Eager buyers flock to city auction of vacant properties

BARGAINS, WITH BASEMENTS INCLUDED

May 13, 1993|By Eric Siegel | Eric Siegel,Staff Writer

Baltimore's auction of vacant and abandoned houses yesterday drew hundreds of people who packed a meeting room at the Convention Center pursuing dreams of property ownership -- or profit.

The bidders included potential homebuyers looking for their first bargain-basement houses, prospective entrepreneurs hoping to turn a quick buck and seasoned real estate executives trying to expand their holdings.

There were so many bidders that only about a quarter of the 1,500 available properties were auctioned yesterday. The auction will resume May 18 at 9 a.m.

A few of the properties went for the lowest acceptable bids of no more than a couple of hundred dollars -- an amount equal to the city's $85 per house administrative costs plus any unpaid state taxes. To make the houses more attractive, bidders were not required to pay any city-held liens on the properties -- including tax liens.

Most of the houses went for between $1,000 and $10,000 -- upsetting some auction-goers who had hoped to pick up houses for only a few hundred dollars.

Paul Smith, a 29-year-old truck driver who lives in an apartment in Northeast Baltimore with his wife and two children, bought a house in the 1600 block of West Baltimore St. for $1,500. He picked out the property as one he wanted to buy from "a bunch" he looked at Tuesday and said he hopes to renovate it and move in with his family.

"It's right about where I was hoping it would be," he said of the price. "Buying it this way, I can save a few dollars."

Patrick Downing, 27, who lives in Rosedale in Baltimore County, bought three houses for $2,500. Mr. Downing, an accountant for an advertising agency, said he plans to renovate the houses and rent them out or sell them with the help of his brother.

"We're going to take a shot at it. For $2,500, you really can't lose," he said.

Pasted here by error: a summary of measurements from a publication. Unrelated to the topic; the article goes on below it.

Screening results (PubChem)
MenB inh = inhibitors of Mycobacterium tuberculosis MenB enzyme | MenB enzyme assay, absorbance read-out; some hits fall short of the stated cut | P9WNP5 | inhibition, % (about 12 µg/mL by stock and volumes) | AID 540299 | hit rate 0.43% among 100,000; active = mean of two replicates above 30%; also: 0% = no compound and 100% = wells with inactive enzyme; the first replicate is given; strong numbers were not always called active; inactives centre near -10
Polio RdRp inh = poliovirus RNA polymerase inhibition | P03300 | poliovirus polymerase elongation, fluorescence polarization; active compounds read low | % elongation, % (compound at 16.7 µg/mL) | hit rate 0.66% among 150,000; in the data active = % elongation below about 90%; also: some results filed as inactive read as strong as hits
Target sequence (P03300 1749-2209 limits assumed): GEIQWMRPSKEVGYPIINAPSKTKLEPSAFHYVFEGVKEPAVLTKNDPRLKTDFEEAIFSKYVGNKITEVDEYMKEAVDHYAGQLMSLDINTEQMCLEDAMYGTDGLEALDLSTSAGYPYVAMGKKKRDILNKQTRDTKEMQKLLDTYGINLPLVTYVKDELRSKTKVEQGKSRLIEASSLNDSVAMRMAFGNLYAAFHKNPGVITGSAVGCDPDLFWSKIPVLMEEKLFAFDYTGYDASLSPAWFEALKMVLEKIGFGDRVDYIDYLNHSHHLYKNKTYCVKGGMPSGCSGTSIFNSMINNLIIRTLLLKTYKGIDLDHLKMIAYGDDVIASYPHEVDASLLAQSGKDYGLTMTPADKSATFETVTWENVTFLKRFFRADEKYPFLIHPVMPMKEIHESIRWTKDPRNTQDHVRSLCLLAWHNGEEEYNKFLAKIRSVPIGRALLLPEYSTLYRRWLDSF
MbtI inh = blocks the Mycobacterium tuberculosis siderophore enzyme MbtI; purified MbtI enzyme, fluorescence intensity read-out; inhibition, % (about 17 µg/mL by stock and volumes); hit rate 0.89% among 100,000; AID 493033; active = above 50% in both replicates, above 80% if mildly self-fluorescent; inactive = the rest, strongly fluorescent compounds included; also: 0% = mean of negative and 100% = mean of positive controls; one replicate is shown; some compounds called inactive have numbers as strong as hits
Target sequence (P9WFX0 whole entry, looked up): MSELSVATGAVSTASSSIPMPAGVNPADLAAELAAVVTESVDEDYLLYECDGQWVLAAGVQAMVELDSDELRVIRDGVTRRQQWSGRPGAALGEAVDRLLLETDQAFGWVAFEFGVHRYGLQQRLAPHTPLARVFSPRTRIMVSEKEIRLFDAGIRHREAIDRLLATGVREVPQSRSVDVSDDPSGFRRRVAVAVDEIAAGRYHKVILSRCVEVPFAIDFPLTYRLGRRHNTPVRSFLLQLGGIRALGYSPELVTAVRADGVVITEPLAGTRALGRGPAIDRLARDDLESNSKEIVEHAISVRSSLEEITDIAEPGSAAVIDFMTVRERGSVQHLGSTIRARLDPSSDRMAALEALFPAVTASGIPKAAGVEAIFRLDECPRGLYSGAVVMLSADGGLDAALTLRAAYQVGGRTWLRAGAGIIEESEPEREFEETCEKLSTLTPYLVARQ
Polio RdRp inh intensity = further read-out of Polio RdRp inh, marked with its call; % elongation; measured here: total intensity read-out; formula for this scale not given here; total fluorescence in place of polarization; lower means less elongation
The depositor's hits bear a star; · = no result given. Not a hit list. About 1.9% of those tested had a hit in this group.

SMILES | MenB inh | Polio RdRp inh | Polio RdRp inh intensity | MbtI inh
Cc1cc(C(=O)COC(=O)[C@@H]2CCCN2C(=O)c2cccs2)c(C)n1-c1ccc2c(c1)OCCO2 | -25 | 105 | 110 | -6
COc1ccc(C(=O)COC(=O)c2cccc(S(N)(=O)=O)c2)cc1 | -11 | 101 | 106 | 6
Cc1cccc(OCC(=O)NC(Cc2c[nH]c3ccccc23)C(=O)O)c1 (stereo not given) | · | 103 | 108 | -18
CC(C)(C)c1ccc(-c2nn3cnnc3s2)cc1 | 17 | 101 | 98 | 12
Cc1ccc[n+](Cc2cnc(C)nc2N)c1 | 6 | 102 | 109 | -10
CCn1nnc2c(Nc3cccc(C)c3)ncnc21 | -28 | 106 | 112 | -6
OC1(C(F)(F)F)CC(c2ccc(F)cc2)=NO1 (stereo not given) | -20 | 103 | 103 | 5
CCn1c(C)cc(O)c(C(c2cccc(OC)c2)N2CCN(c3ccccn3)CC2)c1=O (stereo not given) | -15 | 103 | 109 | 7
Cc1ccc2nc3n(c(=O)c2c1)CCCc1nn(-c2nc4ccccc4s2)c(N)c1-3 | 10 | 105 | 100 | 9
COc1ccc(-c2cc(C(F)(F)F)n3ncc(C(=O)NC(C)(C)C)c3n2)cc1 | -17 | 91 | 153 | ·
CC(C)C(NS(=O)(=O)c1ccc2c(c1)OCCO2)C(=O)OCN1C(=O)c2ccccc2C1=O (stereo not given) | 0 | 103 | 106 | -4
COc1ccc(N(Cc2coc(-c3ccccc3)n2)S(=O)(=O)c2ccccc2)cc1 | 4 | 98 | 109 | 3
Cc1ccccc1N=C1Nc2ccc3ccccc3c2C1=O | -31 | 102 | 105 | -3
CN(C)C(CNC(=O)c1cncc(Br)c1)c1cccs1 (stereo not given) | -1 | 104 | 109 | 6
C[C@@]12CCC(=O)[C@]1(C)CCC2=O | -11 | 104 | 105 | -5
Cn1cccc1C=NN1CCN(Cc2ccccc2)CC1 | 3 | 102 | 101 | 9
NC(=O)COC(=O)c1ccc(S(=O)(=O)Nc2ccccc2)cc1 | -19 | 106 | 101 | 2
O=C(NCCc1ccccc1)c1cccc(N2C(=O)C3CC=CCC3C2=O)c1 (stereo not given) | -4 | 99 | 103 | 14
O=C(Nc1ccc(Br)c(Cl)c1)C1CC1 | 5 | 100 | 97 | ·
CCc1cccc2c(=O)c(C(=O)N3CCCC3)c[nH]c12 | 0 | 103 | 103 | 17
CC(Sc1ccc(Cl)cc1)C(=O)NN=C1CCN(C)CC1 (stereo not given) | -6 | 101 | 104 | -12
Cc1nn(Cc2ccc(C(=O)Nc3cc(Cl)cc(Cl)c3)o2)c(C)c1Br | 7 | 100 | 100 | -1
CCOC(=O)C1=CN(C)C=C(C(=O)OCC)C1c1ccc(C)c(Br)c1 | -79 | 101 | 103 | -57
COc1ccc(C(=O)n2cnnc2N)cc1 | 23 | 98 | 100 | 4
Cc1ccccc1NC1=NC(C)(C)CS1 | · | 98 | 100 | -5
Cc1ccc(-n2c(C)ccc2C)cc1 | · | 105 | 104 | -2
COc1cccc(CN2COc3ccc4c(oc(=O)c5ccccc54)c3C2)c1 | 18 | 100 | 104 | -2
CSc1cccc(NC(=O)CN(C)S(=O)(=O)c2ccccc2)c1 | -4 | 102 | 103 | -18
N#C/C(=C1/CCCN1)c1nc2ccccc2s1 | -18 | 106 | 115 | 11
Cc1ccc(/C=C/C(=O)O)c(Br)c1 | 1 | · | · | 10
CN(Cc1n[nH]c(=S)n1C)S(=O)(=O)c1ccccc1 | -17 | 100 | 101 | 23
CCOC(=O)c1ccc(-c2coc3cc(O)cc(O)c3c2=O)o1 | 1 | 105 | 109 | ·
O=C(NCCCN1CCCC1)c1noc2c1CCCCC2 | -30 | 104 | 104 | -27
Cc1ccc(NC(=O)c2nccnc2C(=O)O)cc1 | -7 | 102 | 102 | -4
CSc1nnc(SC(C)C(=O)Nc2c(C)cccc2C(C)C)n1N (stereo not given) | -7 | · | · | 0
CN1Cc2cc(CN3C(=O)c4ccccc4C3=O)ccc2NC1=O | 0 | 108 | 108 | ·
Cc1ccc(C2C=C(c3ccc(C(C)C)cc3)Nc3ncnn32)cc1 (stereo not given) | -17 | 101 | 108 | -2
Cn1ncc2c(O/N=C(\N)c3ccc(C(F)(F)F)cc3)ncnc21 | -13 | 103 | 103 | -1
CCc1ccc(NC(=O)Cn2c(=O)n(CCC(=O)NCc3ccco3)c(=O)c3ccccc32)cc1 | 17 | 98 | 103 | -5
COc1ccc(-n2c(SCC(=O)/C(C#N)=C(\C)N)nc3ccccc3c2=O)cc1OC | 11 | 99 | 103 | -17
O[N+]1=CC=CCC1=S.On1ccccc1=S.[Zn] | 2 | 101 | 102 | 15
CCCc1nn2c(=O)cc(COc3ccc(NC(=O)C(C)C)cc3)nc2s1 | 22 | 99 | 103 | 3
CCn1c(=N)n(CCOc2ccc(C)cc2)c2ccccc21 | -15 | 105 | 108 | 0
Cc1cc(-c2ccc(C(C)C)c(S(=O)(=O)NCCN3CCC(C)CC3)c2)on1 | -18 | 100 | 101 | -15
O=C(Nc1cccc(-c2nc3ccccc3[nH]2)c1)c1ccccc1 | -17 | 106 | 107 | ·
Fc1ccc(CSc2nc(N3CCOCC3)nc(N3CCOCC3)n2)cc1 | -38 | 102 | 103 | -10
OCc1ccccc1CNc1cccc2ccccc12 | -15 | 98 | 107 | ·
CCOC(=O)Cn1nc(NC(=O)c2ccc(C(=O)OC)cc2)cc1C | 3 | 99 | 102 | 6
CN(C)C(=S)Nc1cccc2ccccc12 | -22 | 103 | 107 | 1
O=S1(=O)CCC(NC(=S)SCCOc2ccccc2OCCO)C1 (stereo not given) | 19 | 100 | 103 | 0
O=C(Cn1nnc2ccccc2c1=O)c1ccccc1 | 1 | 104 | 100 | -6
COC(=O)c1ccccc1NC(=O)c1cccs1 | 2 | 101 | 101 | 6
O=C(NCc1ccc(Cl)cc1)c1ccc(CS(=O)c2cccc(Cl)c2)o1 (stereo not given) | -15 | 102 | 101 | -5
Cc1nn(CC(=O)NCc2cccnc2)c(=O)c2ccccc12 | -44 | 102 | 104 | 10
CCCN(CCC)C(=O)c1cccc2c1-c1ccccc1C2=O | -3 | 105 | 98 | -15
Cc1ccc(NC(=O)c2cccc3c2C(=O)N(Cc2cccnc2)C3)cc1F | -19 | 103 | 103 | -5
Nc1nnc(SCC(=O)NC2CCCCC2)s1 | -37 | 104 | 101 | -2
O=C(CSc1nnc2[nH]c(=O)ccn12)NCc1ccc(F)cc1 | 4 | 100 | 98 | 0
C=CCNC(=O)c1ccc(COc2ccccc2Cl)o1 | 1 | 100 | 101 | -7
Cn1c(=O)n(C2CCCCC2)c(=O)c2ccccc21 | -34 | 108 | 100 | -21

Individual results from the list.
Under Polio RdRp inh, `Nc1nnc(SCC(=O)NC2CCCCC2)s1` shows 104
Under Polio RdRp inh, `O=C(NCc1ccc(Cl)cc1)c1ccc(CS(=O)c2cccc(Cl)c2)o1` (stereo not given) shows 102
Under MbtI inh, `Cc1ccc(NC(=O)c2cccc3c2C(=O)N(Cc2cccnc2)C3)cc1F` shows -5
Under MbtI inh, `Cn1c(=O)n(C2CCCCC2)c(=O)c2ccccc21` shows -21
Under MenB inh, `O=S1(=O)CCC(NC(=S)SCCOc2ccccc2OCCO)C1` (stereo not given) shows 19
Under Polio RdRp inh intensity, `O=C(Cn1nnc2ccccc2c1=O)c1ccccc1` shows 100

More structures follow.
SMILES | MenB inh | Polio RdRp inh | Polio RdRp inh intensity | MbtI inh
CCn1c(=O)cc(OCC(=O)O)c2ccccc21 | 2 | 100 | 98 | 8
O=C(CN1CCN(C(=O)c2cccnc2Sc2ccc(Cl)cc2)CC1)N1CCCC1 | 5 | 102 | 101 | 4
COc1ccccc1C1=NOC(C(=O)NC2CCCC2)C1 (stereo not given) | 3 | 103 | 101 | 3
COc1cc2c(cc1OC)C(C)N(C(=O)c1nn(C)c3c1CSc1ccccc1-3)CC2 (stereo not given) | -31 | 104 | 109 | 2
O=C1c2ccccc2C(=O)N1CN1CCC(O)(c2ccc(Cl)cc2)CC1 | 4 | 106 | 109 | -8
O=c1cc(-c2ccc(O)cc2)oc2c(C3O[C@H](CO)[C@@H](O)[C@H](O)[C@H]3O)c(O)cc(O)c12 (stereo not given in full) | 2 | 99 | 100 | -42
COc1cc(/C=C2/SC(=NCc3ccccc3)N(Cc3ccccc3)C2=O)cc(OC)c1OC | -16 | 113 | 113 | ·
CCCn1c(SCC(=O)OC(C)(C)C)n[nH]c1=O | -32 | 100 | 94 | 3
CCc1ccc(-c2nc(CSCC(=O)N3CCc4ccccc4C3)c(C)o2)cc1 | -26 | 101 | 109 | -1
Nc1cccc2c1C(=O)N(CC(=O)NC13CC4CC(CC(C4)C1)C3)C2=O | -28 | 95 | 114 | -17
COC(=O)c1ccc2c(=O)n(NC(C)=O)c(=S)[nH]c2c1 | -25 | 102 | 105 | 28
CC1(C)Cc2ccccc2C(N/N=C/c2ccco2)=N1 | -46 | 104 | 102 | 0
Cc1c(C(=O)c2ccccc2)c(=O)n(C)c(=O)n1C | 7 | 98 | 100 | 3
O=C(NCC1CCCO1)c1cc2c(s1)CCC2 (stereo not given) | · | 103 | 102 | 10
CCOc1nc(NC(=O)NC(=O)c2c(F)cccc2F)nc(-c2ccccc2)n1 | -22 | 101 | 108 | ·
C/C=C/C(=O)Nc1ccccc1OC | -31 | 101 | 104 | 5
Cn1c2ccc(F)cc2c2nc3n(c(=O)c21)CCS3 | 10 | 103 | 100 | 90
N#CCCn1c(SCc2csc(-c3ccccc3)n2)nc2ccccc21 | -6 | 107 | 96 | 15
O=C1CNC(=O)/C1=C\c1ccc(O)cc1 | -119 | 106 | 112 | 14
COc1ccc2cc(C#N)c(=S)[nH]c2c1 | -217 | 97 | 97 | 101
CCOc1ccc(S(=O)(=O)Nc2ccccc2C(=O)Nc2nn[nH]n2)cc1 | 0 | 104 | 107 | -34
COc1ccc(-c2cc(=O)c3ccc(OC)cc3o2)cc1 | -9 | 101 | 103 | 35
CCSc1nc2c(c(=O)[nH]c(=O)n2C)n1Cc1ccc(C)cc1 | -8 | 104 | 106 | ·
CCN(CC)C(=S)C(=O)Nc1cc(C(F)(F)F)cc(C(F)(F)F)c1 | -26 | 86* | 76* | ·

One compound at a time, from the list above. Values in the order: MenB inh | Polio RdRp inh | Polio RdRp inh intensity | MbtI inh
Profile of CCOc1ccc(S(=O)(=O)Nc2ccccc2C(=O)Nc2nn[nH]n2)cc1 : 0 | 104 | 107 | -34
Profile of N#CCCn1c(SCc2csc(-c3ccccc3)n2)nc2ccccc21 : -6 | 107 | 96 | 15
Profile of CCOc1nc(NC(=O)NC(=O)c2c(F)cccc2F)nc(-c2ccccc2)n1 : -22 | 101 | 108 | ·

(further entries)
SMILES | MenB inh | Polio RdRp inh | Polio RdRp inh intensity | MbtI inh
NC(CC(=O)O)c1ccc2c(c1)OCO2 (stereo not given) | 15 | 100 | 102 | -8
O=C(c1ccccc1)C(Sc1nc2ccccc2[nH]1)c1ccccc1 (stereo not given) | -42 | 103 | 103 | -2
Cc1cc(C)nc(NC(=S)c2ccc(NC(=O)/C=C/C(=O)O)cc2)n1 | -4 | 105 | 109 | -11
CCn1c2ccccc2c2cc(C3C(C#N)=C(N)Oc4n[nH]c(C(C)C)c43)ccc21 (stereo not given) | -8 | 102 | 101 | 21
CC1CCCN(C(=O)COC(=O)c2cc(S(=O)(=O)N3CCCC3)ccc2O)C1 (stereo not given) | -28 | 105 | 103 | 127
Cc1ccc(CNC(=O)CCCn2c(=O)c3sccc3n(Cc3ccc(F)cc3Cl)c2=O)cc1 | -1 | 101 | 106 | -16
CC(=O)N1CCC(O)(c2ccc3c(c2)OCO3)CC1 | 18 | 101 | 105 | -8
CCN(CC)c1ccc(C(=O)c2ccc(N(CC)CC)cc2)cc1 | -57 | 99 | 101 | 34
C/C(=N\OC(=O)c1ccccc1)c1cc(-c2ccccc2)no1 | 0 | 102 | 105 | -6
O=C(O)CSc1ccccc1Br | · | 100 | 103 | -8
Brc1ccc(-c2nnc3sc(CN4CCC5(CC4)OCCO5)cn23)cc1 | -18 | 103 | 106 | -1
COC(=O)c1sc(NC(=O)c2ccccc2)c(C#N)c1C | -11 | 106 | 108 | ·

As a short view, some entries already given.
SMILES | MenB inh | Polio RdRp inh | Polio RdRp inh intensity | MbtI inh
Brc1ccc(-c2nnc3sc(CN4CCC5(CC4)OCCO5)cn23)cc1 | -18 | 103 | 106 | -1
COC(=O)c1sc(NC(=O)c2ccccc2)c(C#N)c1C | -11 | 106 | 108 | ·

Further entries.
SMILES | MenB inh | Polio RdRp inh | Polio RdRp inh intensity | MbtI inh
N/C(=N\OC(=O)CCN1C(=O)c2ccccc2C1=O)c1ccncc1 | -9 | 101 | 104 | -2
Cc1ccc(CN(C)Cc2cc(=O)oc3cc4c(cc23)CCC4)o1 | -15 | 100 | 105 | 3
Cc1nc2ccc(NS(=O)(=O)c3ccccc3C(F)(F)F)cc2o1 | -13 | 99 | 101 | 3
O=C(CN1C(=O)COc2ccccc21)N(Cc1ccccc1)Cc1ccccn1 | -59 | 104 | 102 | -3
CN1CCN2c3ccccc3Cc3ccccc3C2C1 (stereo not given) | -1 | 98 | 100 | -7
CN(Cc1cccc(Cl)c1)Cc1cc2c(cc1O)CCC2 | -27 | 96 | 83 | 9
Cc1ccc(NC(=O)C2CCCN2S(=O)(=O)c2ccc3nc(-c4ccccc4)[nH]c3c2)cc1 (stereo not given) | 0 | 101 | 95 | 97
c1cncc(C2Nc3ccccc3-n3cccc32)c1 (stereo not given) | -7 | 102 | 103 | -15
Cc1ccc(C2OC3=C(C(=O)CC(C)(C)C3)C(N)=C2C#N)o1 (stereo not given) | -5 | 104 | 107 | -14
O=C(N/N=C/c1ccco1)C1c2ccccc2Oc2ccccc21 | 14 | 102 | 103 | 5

Daryl Conner was one of several real estate professionals who attended the auction. He had his list in a loose-leaf notebook, with the properties he wanted highlighted by a yellow marker. He bid on dozens of houses by coolly standing in his aisle seat, and by the midday lunch break said he had bought 36.

"I'm going to fix them up and rent them out to folks," said Mr. Conner, president of Unique Properties, a downtown company.

What drew bargain-hunting buyers of all stripes to yesterday's auction was the fact that -- because of new legislation passed this year by the General Assembly -- the prior property owners and not yesterday's buyers are responsible for back city taxes that in many cases total thousands of dollars.

In fact, yesterday's auction does not confer property title to the successful bidders. It only entitles them to file a foreclosure suit against the current owners in Baltimore Circuit Court. Those lawsuits cannot be filed before mid-July and will cost the bidders an estimated $1,000 in legal and filing fees. If the property is not redeemed by the prior owner, the court will transfer title to yesterday's bidders.

The bidders are also required to seek judgments that will enable the city to collect back taxes from the prior owners.

Zack Germroth, spokesman for the city's Department of Housing and Community Development, said the large turnout made the auction "a huge success at this point." But he cautioned that the "individuals doing the bidding must go forward from here and find ways to rehabilitate these properties."

Mr. Germroth said that the department's preference was that the properties be bought by people who plan to live in them.

But purchases by real estate investors and speculators still provide "a tremendous step forward from having a vacant house deteriorating," he said, adding that the prices were "market-driven."

Walter Gibson, a construction worker and homeowner, came to the auction looking for a house for one or more of his grown seven children and went away empty-handed. He said he was "disappointed" by the high prices.

"They're not like what I thought they'd be. I figured they wouldn't go past the [lowest acceptable bid]," he said.

Yvette Jones, 27, a clerk for the state Department of Social Services, successfully bid $11,000 for a house in the 200 block of N. Carey St. in West Baltimore -- about twice what she intended to pay.

"I thought I could just come in and get the house cheap. But they have so many people from real estate companies here bidding the prices up," said Ms. Jones, who lives at home with her father in Northwest Baltimore.

"But I like the house. It has something about it. I'm excited," she said.

The auction had its lighter moments. One woman, who declined to be interviewed, bid $5 million for a house in Reservoir Hill. Her bid drew gasps from the crowd but was thrown out by city officials who considered it ludicrous.

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